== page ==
The Darkness / Million Dollar Reload at The Ulster Hall
Experiencing something of a rebirth five years after frontman Justin Hawkins jumped ship for some much-needed rehabilitation, The Darkness return to Belfast tonight a band riding the wave of new-found success and a more laudable reputation than ever before. Sure, they’ve encountered their fair share of derision and mockery in their time, but there’s a vague sense that, this time, they mean business. However, the question remains: is there any truth to this and – more importantly - is it finally time to cut them a bit of slack?
If there was ever a band suited to getting tonight’s demographic ready and raring to go, Million Dollar Reload would be it. In a set taking in Phil Conalane’s razorblade, brilliantly Bon Scottesque vocals and guitarists BAM and Andy Mac’s jawdropping guitar work throughout, anthems including ‘Tattoos and Dirty Girls’ and ‘Livin’ In The City’ go down a storm, while new material including ‘I Am The Rapture’ and ‘Bullets In The Sky’ prove to be watertight, balls-to-the-wall fist-punchers that should see the Northern Irish five-piece well and truly arrive. A truly barnstorming performance in all and, if consensus is anything to go by, Million Dollar Reload are not only the finest rock n’ roll band on this island, they’re currently right up there with the best of their kind anywhere in the world.
With the Ulster Hall bunged and expectation rife in the air, Justin Hawkins and the rest of The Darkness triumphantly emerge to ABBA overture, ‘Arrival’ (what else?) before kicking straight into the AC/DCesque ‘Black Shuck’. Commanding in ways only he can – in a tartan suit and There Will Be Blood beard - Hawkins’ well-rehearsed Freddy Mercurisms and Kate Bushesque falsetto ensure this opener makes for a statement of intent, wonderfully sustained on the oddly nostalgic ‘Growing On Me’, b-side ‘The Best Of Me’ (essentially Queen’s ‘Tie Your Mother Down’ covered by Thin Lizzy circa Jailbreak) and octave-defying vocal acrobatics on ‘One Way Ticket To Hell And Back’. Only a few songs down and you already get the impression The Darkness are on the top of their game.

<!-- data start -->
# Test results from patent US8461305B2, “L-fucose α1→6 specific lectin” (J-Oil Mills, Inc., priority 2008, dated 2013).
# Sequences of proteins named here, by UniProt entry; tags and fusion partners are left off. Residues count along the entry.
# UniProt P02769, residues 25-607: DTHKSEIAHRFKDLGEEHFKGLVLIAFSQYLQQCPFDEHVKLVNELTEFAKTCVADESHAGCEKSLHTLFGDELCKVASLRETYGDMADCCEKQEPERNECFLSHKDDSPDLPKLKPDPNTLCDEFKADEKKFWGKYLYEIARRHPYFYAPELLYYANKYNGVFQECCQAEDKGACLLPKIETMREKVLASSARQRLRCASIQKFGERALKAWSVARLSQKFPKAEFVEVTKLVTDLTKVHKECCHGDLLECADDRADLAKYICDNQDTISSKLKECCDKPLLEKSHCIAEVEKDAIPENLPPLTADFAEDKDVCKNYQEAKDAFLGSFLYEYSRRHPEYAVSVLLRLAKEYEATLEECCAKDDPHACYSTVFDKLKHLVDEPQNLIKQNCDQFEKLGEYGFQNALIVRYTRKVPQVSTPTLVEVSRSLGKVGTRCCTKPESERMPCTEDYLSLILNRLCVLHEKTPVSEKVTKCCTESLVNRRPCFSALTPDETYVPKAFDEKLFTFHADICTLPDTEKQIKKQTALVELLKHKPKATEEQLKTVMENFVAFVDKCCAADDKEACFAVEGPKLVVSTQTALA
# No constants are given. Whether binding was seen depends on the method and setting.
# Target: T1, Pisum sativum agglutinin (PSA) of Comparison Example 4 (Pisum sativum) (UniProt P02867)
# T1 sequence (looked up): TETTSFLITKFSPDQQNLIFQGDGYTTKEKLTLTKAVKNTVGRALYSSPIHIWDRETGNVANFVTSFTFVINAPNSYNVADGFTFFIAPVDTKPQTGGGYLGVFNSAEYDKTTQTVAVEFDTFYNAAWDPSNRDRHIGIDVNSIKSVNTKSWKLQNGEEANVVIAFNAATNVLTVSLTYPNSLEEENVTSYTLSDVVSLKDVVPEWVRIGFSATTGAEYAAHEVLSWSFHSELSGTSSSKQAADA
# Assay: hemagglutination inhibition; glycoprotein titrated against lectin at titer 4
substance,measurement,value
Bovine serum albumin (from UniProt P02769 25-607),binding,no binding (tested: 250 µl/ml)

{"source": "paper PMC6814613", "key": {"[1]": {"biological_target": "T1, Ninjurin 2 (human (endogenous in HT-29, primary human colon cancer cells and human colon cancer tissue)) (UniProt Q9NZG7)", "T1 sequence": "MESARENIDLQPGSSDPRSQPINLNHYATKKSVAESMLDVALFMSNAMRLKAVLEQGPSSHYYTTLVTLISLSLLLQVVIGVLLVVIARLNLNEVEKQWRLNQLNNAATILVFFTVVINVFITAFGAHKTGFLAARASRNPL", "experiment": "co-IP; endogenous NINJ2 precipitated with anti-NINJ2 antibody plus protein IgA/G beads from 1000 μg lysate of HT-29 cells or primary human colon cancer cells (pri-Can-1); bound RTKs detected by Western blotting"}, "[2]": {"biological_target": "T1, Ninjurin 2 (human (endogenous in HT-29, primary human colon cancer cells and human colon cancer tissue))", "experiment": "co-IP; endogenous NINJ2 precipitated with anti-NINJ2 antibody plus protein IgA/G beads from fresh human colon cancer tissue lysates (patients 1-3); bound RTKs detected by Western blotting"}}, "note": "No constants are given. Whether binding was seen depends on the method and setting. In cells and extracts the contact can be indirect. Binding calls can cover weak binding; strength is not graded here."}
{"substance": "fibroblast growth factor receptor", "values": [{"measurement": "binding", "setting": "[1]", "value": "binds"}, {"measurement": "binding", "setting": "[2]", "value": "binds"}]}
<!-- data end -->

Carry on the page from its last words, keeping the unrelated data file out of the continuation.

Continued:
With Hawkins’ upbeat announcement that it’s their last show of the year — “Let’s make it a good one” — a celebratory, unmistakably pre-Christmas atmosphere takes hold during the impossibly catchy ‘Get Your Hands Off Of My Woman’ and the frontman’s lone acoustic rendition of the strangely poignant ‘Holding My Own’. Whilst the band re-emerge and thoroughly command on ‘Love Is Only A Feeling, it’s riotous singalong ‘Dancing On A Friday Night’ that instils the party atmosphere yet further, with tonight’s crowd more than happily lapping up Hawkins’ handstands, over the top guitar solos and countless other charismatic manoeuvres.
In the end, a ridiculously over-the-top (but, somehow, totally convincing) cover of Radiohead’s ‘Street Spirit’, Hawkins’ mid-gig decision to don the classic pink leotard of yore and the almost inevitable airing of ‘Christmas Time (Don’t Let The Bells End)’, The Darkness give two fingers to “convention” and all the kneejerk disparagement that continues to taint their many talents. Like them or not, tonight you can’t possibly deny the guts and songwriting prowess of new track, the downright riff-fuelled ‘Cannonball’, Hawkins’ brilliantly wry venturing throughout the crowd mid guitar-solo and a kick-ass, not-so tongue-in-cheek rendition of – yes - ‘I Believe In A Thing Called Love’. Sure, they’re still clowns, but they’re clowns that completely and utterly rock.